Charles Kuhl, who was in the hospital for battle fatigue. Patton accused Kuhl of cowardice, and slapped him with a glove in front of reporters and other observers. Reporter David Katz broke the story, and it became a huge scandal. Patton was relieved of duty for some ungodly reason... He probably shouldn't have slapped the guy,but he was the best Allied general in Europe. He was one of the few the Germans actually feared and respected. A reprimand probably would have served just fine.

the Battle of the Bulge: Eisenhower screws up yet again

Eisenhower chose to leave Army VIII Corps outside the town of Bastogne, Belgium in the beginning of the winter of 1944. Patton saw that the Germans were building for a possible offensive from the Ardennes Forest surrounding Bastogne. He wrote to headquarters:

"... The First Army is making a terrible mistake in leaving the VIII Corps static, as it is highly probable that the Germans are building up east of them. [in Bastogne]"

He was ignored by Eisenhower and his staff. The Germans led a massive counter-attack right where Patton said they would, and they trapped thousands of soldiers in the small town of Bastogne for about a month while supplies had to be air dropped. Generals Bradley and Hodges received the Distinguished Service Cross each for their command of Bastogne, when it was Patton who came charging to the rescue. Eisenhower's, Bradley's, and Hodges' blunders and timid leadership had almost cost the lives of everyone trapped in Bastogne. Patton's Third Army didn't receive any awards, commendations, or even a public thank you for their bravery. They broke the German lines and freed the surrounded divisions in Bastogne.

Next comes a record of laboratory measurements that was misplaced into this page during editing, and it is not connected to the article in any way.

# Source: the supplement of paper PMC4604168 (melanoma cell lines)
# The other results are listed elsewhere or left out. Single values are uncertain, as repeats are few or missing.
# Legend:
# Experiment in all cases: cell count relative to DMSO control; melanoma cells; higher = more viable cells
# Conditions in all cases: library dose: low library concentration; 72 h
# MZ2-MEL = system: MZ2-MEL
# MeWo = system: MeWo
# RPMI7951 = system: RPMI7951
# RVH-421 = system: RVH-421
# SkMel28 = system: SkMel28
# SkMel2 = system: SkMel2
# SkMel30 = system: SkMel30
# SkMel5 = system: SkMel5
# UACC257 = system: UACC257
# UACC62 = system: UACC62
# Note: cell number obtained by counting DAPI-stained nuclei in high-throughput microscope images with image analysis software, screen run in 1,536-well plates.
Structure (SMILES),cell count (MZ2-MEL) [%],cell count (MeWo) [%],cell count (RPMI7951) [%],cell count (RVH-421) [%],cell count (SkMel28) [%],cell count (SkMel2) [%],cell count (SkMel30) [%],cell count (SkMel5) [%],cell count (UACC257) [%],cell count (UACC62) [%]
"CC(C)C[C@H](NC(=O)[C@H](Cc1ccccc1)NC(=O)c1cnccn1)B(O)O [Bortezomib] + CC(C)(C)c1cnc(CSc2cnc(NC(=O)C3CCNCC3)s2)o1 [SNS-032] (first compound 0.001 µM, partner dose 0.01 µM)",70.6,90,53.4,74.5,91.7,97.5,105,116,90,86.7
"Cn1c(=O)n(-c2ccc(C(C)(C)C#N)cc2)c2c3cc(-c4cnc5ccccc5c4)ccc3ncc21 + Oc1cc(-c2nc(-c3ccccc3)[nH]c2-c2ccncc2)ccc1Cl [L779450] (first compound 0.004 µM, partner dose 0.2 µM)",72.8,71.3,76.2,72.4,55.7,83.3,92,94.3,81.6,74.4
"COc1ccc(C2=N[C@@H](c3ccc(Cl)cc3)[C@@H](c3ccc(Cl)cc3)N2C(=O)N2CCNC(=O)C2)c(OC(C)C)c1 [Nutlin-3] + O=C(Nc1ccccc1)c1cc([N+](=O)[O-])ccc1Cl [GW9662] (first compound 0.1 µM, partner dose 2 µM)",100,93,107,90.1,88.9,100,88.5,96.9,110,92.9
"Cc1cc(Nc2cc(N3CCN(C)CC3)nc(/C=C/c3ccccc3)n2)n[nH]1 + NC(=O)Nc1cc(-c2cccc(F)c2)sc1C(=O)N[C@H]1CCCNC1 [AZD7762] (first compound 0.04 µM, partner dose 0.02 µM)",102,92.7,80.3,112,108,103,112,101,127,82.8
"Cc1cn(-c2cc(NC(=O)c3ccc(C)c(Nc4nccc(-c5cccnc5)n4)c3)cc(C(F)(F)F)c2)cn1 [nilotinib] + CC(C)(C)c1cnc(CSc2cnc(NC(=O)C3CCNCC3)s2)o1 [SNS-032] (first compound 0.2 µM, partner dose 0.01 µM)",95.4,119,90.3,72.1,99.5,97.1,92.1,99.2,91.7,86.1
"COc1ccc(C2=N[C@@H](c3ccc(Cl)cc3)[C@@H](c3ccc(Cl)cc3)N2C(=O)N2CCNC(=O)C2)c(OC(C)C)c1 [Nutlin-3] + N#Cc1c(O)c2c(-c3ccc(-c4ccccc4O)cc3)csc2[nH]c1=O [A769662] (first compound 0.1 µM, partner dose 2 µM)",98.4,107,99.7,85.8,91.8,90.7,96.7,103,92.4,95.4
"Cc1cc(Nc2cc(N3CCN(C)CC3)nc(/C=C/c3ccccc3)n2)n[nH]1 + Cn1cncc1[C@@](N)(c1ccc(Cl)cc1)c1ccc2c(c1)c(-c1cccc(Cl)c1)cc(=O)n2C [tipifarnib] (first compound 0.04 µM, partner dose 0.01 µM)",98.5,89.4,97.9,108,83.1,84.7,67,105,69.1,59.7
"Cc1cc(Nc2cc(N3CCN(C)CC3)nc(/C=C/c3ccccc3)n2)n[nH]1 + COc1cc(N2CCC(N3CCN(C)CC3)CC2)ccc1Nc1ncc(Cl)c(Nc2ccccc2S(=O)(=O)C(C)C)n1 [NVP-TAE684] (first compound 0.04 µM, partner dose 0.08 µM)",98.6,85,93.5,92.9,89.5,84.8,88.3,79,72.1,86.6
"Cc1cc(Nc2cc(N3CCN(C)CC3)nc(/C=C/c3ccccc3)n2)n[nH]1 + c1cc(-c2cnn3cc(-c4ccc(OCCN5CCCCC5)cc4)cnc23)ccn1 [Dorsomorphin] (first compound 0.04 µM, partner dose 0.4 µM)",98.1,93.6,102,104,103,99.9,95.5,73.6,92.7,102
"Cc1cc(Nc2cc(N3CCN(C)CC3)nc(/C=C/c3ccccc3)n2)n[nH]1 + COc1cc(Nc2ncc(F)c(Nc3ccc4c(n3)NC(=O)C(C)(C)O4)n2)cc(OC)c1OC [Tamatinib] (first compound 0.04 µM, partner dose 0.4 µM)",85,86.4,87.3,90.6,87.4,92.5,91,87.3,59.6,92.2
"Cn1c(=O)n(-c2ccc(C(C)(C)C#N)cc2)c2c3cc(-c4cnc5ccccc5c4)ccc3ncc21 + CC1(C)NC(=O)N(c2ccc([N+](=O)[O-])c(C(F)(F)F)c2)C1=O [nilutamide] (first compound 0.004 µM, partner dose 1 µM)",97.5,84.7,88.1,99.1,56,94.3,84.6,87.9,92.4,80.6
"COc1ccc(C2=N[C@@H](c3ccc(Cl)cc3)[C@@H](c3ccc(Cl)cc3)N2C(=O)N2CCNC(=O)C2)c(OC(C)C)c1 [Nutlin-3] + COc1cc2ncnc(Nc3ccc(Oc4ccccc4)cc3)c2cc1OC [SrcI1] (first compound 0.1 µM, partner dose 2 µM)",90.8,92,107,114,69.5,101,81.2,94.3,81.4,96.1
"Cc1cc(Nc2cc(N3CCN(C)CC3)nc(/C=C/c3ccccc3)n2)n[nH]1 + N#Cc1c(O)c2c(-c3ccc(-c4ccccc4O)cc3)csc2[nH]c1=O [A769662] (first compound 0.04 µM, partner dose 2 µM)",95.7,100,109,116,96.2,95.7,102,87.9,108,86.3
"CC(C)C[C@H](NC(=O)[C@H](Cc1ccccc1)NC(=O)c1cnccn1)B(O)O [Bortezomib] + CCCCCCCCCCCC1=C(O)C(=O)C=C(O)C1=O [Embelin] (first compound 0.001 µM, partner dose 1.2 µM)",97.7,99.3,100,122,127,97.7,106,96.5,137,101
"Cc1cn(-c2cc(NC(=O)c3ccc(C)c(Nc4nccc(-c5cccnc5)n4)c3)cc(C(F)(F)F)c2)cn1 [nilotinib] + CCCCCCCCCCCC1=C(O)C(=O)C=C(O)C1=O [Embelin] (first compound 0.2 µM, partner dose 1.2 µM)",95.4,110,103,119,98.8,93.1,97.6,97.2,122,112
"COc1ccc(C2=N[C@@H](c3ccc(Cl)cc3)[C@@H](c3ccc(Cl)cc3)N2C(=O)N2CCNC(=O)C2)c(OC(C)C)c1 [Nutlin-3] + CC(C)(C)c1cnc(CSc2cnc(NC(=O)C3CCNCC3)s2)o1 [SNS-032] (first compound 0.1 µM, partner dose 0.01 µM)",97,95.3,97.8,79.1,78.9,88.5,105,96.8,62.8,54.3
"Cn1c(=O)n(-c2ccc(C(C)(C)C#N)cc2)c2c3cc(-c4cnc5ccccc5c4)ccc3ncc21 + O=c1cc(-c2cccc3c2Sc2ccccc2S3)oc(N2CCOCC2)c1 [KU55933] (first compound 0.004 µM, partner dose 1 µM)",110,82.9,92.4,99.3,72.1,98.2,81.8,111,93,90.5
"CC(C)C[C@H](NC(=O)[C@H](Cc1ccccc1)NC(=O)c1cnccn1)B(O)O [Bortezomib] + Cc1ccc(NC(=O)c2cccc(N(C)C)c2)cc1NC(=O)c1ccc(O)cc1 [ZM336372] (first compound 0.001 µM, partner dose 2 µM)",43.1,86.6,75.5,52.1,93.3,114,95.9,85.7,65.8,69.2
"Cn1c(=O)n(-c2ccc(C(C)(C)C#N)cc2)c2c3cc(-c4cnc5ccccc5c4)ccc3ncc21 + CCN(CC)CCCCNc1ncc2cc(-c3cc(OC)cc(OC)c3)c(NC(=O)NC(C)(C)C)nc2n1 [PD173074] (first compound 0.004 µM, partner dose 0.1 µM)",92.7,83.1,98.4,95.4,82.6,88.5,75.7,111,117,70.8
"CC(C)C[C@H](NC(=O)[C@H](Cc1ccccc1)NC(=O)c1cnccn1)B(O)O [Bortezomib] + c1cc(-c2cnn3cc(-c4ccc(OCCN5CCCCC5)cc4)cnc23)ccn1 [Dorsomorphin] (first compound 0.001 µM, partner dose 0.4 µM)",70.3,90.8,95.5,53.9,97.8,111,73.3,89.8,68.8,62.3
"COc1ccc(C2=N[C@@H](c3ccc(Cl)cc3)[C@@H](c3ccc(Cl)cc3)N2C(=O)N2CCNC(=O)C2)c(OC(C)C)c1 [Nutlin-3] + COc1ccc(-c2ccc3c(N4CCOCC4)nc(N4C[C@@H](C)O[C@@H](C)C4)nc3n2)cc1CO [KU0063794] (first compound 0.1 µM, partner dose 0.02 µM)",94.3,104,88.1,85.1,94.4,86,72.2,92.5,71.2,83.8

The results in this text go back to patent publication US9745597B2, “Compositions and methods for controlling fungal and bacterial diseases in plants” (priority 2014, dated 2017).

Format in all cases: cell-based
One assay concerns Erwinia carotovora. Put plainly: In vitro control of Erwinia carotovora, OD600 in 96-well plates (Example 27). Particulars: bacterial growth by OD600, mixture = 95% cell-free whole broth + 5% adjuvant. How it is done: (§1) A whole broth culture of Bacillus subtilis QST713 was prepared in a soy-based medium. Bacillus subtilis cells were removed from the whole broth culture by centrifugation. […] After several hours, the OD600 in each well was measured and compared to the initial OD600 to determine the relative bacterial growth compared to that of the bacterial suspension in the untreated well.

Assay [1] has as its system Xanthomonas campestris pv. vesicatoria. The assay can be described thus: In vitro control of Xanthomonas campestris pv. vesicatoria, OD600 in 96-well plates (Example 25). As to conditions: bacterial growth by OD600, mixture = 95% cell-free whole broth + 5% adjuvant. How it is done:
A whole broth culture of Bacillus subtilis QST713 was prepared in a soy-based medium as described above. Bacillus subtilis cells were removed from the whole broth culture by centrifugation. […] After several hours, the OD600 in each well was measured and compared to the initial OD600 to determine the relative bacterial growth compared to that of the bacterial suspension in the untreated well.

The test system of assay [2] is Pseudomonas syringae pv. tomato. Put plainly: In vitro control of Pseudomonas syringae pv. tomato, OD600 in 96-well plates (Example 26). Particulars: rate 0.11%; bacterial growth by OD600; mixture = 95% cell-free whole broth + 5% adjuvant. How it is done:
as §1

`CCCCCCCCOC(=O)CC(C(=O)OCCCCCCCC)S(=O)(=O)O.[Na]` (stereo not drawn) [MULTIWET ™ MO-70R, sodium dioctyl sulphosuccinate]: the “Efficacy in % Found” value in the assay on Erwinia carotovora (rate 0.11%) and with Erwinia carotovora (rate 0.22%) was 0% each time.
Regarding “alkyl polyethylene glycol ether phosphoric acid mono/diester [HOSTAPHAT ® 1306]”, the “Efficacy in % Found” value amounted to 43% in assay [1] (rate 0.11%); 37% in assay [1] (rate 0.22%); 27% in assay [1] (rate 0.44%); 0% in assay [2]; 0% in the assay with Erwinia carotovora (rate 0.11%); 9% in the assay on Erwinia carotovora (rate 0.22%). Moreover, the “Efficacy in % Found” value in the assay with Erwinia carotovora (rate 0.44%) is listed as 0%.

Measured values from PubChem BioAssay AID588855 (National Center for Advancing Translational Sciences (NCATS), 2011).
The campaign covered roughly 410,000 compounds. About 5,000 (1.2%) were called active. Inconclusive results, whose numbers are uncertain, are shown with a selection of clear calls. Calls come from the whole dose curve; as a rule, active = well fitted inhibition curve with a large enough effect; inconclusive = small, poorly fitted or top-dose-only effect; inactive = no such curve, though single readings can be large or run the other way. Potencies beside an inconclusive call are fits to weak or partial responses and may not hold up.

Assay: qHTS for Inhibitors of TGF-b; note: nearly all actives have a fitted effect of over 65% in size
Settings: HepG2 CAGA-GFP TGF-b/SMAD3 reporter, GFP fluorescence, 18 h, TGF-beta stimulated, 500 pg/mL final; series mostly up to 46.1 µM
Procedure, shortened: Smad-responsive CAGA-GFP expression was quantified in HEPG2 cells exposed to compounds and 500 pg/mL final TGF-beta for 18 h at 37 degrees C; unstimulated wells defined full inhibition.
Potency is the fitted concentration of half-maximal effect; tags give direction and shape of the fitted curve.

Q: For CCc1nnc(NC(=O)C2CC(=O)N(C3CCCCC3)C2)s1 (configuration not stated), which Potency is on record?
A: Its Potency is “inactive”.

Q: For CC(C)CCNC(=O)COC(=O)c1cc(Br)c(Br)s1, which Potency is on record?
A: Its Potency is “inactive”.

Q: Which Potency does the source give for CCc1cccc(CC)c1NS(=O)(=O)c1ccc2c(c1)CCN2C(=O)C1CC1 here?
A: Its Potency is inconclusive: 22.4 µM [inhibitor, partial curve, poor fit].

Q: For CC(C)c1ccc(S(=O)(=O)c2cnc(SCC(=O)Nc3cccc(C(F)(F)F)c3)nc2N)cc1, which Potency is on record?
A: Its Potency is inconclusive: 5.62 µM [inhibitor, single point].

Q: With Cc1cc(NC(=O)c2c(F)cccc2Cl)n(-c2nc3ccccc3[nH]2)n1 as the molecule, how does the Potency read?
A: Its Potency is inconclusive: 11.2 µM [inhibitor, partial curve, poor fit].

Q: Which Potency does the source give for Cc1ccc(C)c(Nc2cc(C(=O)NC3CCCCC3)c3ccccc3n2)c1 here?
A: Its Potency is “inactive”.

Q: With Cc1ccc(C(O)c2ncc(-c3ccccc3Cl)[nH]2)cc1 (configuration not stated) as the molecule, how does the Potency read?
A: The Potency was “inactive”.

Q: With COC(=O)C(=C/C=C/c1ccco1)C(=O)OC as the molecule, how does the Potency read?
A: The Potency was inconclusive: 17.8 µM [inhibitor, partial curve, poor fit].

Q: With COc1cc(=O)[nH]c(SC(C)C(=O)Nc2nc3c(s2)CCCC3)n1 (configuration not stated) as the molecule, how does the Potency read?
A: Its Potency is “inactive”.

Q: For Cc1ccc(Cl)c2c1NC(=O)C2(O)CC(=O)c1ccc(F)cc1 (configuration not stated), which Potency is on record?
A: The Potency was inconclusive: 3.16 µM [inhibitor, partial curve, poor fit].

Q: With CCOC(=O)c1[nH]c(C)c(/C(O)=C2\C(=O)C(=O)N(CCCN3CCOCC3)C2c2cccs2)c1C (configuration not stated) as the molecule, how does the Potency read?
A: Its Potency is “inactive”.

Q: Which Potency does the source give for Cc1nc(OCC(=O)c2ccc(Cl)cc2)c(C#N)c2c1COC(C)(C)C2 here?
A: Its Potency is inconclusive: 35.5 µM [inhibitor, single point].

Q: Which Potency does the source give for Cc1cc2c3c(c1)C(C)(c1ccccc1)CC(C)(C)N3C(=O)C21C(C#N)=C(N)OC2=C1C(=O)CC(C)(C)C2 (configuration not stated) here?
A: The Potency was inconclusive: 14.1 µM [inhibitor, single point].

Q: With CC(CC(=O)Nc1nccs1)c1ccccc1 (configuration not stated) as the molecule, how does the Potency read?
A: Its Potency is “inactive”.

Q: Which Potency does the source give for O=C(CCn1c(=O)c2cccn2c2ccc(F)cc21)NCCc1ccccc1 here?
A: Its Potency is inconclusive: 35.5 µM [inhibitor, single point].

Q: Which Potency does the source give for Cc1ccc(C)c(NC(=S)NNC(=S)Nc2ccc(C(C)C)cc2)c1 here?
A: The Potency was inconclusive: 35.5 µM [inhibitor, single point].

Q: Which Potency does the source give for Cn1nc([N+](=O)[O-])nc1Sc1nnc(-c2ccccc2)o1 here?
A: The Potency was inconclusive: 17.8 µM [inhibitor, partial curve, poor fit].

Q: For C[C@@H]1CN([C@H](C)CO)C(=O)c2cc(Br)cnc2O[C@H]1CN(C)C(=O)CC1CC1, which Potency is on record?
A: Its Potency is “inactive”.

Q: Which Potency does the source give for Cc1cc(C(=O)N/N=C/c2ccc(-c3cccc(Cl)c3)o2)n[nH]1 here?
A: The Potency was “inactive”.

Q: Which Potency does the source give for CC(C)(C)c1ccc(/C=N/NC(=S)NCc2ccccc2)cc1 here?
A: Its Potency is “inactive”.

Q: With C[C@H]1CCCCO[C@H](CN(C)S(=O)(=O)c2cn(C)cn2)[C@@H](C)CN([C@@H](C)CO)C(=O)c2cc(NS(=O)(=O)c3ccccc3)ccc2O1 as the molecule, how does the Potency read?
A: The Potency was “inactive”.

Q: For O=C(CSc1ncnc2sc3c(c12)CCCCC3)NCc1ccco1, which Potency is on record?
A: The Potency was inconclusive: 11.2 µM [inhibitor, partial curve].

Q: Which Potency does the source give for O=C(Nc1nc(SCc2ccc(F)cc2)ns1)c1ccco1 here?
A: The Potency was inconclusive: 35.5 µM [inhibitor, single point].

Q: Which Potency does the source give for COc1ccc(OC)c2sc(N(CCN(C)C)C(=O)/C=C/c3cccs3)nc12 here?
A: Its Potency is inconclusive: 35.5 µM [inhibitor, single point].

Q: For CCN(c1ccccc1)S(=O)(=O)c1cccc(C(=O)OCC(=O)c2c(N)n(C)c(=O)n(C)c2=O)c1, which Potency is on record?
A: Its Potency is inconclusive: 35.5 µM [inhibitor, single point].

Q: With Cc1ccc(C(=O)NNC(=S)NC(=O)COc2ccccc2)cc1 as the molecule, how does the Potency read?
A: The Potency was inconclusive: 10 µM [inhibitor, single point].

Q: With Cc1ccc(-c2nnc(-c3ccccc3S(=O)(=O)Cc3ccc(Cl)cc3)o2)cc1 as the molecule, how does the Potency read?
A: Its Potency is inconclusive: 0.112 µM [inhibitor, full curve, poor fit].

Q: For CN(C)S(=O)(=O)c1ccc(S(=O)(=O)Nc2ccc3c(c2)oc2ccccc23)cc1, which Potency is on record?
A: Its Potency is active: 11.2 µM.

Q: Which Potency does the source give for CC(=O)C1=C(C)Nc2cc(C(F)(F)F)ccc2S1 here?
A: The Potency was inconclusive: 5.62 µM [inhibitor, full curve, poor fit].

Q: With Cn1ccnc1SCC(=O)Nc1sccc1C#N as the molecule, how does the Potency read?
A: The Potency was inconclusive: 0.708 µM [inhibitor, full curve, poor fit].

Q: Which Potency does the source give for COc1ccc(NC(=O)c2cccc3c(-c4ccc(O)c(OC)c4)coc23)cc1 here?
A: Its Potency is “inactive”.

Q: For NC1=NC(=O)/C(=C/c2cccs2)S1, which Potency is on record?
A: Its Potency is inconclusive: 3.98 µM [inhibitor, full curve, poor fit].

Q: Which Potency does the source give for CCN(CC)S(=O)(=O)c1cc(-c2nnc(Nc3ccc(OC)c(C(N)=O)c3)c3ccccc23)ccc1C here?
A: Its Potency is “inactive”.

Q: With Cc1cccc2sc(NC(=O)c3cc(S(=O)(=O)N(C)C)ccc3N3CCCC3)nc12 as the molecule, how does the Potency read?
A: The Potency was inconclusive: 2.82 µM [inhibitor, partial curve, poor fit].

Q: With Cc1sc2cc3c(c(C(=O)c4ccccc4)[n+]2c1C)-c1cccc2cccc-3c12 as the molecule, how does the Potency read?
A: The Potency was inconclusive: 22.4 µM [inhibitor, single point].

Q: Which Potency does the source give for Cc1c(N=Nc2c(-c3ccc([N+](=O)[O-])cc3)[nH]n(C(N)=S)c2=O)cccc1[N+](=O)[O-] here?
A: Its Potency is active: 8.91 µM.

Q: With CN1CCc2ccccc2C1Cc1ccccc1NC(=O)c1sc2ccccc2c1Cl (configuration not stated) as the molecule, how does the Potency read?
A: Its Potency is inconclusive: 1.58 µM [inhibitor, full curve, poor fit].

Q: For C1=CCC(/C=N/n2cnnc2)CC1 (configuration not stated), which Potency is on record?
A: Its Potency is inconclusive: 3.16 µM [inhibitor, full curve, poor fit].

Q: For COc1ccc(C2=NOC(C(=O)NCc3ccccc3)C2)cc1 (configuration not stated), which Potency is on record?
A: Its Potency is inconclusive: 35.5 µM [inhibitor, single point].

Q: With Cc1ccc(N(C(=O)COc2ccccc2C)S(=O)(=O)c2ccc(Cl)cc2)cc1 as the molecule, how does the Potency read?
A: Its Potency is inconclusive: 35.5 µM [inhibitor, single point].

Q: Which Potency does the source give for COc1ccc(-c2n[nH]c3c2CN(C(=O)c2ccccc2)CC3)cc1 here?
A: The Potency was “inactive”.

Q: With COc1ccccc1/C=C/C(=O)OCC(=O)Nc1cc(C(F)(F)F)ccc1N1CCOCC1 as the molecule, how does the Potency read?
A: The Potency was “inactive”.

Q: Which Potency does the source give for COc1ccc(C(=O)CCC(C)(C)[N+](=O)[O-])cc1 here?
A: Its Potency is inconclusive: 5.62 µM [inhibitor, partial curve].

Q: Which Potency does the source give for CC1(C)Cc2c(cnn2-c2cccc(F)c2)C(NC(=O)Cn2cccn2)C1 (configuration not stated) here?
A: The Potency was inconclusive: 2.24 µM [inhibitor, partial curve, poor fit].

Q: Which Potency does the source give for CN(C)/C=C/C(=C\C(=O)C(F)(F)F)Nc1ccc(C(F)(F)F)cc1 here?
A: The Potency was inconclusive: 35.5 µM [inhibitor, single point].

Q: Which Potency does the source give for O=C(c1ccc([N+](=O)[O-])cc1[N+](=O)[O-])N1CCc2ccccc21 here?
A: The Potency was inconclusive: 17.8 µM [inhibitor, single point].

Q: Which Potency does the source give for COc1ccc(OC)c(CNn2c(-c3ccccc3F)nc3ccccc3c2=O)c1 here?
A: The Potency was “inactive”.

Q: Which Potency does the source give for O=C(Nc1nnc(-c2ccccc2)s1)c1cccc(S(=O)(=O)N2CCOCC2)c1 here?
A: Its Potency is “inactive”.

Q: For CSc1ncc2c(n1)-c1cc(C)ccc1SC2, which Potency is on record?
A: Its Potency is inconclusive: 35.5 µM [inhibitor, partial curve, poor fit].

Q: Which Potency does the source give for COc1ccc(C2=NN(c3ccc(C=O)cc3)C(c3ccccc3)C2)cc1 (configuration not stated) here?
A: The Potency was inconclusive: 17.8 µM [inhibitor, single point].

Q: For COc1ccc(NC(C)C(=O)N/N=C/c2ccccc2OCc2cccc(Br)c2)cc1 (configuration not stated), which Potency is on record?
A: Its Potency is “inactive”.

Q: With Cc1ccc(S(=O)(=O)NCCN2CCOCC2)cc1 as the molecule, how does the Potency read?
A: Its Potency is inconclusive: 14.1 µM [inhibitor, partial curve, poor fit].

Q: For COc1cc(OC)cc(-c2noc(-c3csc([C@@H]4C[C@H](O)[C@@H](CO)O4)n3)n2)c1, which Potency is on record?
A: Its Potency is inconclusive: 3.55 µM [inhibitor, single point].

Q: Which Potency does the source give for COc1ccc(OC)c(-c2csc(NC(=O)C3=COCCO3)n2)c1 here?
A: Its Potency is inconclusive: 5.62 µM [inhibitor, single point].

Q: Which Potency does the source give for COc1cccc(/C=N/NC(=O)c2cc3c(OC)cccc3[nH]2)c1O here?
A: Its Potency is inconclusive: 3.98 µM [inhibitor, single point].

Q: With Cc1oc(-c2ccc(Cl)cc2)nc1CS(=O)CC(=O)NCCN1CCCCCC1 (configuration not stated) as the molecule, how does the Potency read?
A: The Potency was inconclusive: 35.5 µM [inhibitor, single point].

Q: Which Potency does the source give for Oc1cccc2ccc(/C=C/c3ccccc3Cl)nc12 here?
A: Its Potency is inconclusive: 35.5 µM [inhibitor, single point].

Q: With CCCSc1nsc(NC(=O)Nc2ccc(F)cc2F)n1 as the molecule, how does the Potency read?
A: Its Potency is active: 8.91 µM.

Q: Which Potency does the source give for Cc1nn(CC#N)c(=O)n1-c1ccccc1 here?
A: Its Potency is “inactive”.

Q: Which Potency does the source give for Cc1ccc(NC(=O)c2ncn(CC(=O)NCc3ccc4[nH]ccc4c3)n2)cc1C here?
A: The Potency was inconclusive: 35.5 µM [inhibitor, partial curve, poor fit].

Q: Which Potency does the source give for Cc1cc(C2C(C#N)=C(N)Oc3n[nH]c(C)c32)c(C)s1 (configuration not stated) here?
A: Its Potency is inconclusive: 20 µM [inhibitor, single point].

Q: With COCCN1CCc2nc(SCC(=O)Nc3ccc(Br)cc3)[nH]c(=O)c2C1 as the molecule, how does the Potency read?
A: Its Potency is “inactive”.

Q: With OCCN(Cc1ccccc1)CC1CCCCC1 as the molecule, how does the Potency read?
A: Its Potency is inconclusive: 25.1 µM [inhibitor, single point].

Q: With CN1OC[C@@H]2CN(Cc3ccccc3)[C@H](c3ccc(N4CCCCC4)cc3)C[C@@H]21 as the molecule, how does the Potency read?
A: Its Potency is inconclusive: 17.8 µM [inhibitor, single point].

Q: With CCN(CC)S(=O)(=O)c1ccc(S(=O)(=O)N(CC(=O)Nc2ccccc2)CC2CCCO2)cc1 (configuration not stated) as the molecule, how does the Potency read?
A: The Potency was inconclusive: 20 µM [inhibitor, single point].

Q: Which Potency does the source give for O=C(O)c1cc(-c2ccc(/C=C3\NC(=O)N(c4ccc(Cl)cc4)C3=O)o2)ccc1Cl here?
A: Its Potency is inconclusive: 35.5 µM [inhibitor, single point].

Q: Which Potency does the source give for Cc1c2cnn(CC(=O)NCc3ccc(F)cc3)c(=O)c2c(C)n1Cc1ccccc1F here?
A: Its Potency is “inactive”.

18,000 soldiers died in the Battle of the Bulge, and 80,000 were wounded... If Patton hadn't come to the rescue, there might have been 200,000 Allied casualties...

Patton discovers the real enemy

Patton was a true believer in war. He became cynical as time passed and he watched the bungling of the war in which his supreme commander was cow-towing to the Russians and jockeying for political gains rather than military ones. Patton believed in never stopping his pursuit of the enemy, yet he was constantly held back by the high command. Patton was a warrior through and through. He would have taken Berlin weeks if not months before the Russians managed to get there and rape and pillage the entire city. At every chance, Eisenhower held Patton back from victory, yet Patton stole the day anyway. Eisenhower hated Patton.
My opinion is: the reason Eisenhower was put in the position of power he was put in was to carry out the genocidal policies of his controllers. Patton despised Eisenhower, especially after he discovered some of the operations Eisenhower was involved in and fully endorsed.
One was Operation Keelhaul, in which Eisenhower approved the deportation of 1.5 MILLION anti-communist refugees from Russia. Stalin sent them to the gulags, where they were tortured and killed. They were sent to Russia in train boxcars,
just like the Jews sent to Aushwitz. hmmm... Eisenhower even sent Russian Defectors who had fought for the US Army, because Stalin wanted them. Many killed themselves rather than go back to Stalin and certain torture and death...
Next, Eisenhower made his own little death camps, in which German POW's were put into open pens like cattle and left to rot. Out of 1.4 million of these POW's, over a million died.